This is a great news, i was talking about free software and my University in Dominican Republic, think that to use Free Software may be a new begining for the world…

#2 Perry on 01.21.09 at 1:10 pm

The biggest savings would be in the ability to continue using the computers currently in use, since Linux requires so fewer resources than any version of Windows.

#3 paul on 01.21.09 at 3:53 pm

Well since I work primarily with government agencies, I would say, “YES”, they could use the same desktops and install Linux here and save, but since most of their servers are Big Blue AIX boxes, Linux or Open Solaris buys them little at that level. There is not a greal deal of difference between Linux and AIX when we are speaking RISC AIX boxes. They do have some Solaris SPARCS and of course Windows servers for basically smaller assigned tasks. The Windows servers could definitely be switched.

Of course by switching to Open Solaris or Linux, then when it comes time to retire (most of the time 3 year leases), the AIX boxes, they certainly could replace with a x64 box running Linux or Open Solaris.

#4 Obama, ¿más próximo al open source? | Linux Zone on 01.21.09 at 2:46 pm

[…] en the451group « ¿Se acabó Compiz […]

#5 El Duplicador » Obama, ¿más próximo al open source? on 01.21.09 at 2:57 pm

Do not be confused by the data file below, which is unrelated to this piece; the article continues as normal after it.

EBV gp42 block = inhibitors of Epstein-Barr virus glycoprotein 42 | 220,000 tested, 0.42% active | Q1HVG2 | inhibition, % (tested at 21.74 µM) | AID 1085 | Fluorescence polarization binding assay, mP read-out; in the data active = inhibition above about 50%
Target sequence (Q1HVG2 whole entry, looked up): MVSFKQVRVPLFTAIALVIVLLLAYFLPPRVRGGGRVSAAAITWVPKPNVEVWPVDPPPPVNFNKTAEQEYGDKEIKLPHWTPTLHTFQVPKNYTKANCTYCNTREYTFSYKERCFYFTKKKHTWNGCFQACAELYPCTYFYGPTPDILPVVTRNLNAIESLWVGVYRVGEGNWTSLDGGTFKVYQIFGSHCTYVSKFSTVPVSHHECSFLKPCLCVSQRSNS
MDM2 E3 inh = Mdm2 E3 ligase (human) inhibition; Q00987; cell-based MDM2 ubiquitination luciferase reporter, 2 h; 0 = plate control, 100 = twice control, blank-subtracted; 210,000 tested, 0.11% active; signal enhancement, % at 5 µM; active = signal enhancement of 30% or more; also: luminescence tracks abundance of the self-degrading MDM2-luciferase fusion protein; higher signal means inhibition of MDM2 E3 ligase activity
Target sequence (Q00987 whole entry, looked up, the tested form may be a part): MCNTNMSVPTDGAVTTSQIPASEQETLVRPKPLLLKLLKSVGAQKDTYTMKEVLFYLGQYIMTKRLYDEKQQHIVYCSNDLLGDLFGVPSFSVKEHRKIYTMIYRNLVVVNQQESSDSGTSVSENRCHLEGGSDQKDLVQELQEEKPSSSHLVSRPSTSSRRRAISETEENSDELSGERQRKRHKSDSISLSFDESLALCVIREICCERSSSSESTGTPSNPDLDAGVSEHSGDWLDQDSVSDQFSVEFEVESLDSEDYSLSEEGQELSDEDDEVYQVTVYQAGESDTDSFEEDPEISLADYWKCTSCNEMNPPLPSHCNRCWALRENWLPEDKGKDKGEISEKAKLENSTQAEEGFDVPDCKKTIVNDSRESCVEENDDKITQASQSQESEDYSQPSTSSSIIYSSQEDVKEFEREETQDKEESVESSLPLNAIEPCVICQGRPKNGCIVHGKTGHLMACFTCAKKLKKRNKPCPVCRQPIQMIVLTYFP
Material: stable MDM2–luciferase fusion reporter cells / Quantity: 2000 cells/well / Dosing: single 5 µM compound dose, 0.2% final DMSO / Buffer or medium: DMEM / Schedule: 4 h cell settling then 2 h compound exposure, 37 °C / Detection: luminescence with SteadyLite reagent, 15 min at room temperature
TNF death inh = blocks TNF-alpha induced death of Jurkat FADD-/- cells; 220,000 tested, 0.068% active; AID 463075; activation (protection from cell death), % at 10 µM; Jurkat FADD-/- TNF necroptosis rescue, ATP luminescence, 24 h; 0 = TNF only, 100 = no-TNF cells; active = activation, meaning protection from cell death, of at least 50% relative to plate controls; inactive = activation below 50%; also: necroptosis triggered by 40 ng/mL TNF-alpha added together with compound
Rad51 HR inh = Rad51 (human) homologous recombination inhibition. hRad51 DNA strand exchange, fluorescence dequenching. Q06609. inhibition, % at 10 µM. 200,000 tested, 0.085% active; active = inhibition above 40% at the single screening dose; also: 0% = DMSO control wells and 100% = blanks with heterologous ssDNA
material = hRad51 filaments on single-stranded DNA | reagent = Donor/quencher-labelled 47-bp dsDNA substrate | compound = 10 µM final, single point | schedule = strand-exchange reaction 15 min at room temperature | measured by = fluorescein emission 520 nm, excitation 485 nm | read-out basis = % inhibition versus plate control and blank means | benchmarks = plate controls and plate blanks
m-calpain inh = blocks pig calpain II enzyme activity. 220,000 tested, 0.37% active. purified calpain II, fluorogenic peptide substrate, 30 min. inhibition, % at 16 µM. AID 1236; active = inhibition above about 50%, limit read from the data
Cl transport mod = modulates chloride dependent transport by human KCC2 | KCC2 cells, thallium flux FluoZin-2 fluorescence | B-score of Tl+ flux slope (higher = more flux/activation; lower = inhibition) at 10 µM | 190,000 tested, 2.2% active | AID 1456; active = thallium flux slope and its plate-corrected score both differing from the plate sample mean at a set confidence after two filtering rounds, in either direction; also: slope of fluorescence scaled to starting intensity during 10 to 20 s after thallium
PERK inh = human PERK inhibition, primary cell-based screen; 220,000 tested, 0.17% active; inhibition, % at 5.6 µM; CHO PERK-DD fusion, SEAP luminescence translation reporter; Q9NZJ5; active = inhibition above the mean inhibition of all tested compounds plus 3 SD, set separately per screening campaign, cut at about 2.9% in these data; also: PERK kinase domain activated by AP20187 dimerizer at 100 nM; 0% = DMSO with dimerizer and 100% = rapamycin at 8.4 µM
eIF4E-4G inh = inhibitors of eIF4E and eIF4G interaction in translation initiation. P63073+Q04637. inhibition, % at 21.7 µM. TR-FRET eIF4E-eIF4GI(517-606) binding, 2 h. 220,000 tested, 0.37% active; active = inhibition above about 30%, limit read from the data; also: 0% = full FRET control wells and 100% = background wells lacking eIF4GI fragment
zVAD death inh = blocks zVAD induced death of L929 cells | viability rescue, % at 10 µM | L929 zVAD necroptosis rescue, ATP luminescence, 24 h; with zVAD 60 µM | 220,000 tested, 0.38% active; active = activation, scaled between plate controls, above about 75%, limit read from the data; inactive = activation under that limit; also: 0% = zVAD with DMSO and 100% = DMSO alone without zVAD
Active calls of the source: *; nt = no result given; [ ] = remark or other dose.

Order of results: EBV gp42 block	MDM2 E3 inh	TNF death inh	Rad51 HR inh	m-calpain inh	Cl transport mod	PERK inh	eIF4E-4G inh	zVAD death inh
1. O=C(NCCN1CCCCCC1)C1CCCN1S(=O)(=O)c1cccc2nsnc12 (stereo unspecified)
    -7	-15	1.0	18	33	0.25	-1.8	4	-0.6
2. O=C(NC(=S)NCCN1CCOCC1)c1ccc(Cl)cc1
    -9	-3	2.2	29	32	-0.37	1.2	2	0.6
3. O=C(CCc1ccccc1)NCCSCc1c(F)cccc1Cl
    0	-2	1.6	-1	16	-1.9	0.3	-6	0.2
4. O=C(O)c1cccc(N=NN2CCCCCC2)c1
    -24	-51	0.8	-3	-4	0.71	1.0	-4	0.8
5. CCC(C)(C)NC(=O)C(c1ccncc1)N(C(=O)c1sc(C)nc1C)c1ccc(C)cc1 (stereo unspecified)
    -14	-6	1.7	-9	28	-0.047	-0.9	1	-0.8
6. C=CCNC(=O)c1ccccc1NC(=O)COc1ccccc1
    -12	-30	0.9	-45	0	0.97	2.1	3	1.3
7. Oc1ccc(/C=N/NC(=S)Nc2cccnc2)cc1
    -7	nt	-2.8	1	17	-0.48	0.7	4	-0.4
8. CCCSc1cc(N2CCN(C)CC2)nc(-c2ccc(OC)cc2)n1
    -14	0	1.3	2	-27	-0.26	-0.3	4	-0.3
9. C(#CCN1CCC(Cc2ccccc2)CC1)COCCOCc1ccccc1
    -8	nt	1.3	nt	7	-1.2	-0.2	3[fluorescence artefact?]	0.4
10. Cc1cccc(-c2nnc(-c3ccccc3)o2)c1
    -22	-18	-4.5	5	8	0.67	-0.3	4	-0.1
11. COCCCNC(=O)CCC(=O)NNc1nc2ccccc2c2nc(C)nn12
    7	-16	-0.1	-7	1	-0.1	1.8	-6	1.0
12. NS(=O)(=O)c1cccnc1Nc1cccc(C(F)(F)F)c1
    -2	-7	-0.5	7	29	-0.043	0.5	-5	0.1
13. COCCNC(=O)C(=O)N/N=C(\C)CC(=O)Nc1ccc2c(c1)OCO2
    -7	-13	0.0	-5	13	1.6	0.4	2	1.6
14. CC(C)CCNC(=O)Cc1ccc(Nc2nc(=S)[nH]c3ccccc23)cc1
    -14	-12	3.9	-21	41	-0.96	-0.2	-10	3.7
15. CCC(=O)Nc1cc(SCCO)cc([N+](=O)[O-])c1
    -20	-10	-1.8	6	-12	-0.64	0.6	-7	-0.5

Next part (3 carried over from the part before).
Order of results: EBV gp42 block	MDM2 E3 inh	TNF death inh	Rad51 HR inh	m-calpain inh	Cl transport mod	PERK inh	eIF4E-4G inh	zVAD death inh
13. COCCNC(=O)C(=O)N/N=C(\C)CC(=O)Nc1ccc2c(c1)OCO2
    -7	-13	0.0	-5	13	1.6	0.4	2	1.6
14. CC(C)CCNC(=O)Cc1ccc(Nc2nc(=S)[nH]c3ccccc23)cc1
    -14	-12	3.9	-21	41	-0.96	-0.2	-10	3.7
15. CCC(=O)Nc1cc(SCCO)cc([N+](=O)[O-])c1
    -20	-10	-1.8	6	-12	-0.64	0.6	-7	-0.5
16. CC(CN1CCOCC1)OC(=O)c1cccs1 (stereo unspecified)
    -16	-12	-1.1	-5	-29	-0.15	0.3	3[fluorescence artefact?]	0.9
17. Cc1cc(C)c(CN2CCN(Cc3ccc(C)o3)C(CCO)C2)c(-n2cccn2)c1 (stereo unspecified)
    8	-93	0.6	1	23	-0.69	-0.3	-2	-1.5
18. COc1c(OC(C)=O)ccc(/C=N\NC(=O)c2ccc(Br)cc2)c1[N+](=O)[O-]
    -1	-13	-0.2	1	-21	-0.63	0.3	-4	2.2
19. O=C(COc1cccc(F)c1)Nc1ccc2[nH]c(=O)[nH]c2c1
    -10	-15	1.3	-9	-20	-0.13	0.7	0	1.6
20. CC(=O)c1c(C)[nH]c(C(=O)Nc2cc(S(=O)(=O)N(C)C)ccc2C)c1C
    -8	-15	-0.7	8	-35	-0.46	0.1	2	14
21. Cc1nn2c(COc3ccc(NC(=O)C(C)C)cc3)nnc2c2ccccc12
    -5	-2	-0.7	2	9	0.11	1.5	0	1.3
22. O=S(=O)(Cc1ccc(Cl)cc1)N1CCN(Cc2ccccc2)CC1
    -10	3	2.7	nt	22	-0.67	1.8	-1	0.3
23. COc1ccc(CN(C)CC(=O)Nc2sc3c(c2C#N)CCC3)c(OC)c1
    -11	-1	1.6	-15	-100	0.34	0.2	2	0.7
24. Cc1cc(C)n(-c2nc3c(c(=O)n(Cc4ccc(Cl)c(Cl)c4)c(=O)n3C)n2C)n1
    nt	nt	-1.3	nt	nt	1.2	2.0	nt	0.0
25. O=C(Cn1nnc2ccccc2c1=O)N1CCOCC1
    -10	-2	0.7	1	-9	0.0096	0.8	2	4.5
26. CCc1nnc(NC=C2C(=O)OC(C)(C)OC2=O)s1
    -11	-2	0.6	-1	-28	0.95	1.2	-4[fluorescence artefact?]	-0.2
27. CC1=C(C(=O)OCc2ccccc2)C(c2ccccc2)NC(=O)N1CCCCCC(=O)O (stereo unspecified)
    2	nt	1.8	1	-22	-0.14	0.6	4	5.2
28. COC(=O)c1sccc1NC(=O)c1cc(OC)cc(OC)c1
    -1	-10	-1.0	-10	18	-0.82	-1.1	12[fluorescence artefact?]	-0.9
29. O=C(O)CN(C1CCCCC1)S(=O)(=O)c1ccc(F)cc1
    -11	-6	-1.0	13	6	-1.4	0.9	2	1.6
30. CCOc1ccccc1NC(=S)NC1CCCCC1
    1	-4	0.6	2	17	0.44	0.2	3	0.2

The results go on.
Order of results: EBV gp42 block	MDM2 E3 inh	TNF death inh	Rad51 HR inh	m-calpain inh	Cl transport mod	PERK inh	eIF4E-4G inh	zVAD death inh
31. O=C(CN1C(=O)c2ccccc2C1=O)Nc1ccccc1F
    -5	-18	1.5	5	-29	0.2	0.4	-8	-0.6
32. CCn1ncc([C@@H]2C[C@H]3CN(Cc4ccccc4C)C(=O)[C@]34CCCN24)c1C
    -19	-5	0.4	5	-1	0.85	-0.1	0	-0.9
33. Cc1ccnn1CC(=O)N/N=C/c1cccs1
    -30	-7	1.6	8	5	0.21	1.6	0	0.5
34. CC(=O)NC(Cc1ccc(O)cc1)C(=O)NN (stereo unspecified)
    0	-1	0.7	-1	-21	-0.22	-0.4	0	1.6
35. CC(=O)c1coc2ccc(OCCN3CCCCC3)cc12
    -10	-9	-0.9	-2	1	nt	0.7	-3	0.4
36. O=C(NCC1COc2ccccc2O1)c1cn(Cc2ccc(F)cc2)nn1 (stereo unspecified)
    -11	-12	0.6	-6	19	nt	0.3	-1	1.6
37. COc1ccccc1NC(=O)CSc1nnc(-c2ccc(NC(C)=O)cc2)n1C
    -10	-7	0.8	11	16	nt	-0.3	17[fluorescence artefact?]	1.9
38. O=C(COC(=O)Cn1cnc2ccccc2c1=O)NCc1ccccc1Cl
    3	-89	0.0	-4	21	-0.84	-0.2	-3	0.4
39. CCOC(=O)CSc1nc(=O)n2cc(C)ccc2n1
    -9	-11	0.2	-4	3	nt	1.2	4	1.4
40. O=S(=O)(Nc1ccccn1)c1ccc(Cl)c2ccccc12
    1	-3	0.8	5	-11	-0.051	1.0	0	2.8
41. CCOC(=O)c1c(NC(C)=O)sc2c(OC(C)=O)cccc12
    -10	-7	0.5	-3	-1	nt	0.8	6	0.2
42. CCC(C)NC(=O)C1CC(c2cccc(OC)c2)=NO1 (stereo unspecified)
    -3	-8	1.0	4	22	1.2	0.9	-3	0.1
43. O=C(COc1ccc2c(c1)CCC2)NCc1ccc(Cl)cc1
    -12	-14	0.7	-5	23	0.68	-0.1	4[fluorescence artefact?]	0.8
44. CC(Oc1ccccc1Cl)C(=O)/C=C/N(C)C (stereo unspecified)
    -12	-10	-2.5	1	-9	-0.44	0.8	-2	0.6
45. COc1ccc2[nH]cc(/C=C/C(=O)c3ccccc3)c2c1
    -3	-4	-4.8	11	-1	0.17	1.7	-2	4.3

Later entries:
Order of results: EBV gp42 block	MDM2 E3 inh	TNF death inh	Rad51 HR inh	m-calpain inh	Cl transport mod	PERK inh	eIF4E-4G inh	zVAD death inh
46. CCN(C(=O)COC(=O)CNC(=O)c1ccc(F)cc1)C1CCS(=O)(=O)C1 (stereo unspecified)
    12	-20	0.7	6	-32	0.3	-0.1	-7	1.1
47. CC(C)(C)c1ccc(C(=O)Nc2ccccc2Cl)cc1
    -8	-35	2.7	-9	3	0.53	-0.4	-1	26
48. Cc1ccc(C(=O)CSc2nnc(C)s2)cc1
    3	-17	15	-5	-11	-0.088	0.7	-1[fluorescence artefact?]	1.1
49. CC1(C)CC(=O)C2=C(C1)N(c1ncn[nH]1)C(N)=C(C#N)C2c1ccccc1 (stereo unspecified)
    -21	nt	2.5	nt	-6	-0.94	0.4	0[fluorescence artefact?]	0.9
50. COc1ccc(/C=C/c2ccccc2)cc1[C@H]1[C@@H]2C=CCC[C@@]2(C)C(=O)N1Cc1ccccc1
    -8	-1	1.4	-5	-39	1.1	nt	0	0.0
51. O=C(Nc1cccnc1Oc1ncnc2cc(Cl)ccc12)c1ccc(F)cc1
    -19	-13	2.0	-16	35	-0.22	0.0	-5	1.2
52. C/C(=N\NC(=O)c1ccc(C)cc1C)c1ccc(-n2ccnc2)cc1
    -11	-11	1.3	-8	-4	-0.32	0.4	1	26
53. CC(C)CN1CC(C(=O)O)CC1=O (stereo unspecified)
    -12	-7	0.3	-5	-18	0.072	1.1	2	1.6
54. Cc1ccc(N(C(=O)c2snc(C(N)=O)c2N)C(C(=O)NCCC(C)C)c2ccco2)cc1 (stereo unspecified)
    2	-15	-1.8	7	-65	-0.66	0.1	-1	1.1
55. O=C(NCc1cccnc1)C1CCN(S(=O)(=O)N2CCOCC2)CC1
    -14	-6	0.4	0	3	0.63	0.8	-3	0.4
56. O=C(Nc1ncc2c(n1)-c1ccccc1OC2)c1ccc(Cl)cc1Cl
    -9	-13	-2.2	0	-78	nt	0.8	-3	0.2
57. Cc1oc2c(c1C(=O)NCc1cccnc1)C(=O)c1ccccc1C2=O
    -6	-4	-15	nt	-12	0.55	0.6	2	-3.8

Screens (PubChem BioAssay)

[…] Visto en the451group […]

#6 Steve Howard on 01.21.09 at 3:28 pm

Why on earth did they choose Scott McNealy?! This guy has been wrong/changed his mind so many times I can’t even count. He is always so bent on his agenda of the day, which invariably changes in six months…

#7 paul on 01.21.09 at 3:54 pm

Did not the article explain that he is chairman of Sun Federal?

McNealy has had to learn at the feet of the current CEO of Sum, who is extremely PRO OPEN SOURCE!!

#8 EvilPixieMan on 01.21.09 at 5:28 pm

As much as I am a huge fan of GNU/Linux, use nothing but F(L)OSS software outside of my work environment (& quite a bit of it at work too), and would love to see it used in gov’t, I can’t help feeling that Mandating OSS is the wrong way to go. I think it’ll only stoke the fires of opposition, stirring all proprietary, tax-paying, developer-employing software companies to complain.

Better to mandate open standards, on the basis that it is a logical conclusion of some of the fundamantal principles under which government are supposed to operate (by the people, for the people, without prejudice, open access etc.).

Once all vendors are working to a set of standards and the effects of proprietary lock-in evaporate, I think Open Source will naturally start to win the day in any areas where it is mature and feature-complete enough to do the job. Which by my experience would be in most places. Heck, even in areas where the APPS aren’t there for niche workloads, there may even be pressure on the proprietary vendors to offer a GNU/Linux/BSD/(OpenSolaris?) version…

#9 Bruce on 01.21.09 at 8:29 pm

Excellent comment. I totally agree.

#10 pwl on 01.23.09 at 12:50 am

“open standards” like OOXML ? 😛 embrace..extend..crush..kill..destroy

#11 EvilPixieMan on 01.23.09 at 8:53 pm

hehe. you’d hope they’d take the time to look at the standard and actually pick one that greater than 0 products actually implementing it 🙂

#12 Silicon Florist’s links arrangement for January 21 » Silicon Florist on 01.22.09 at 3:04 am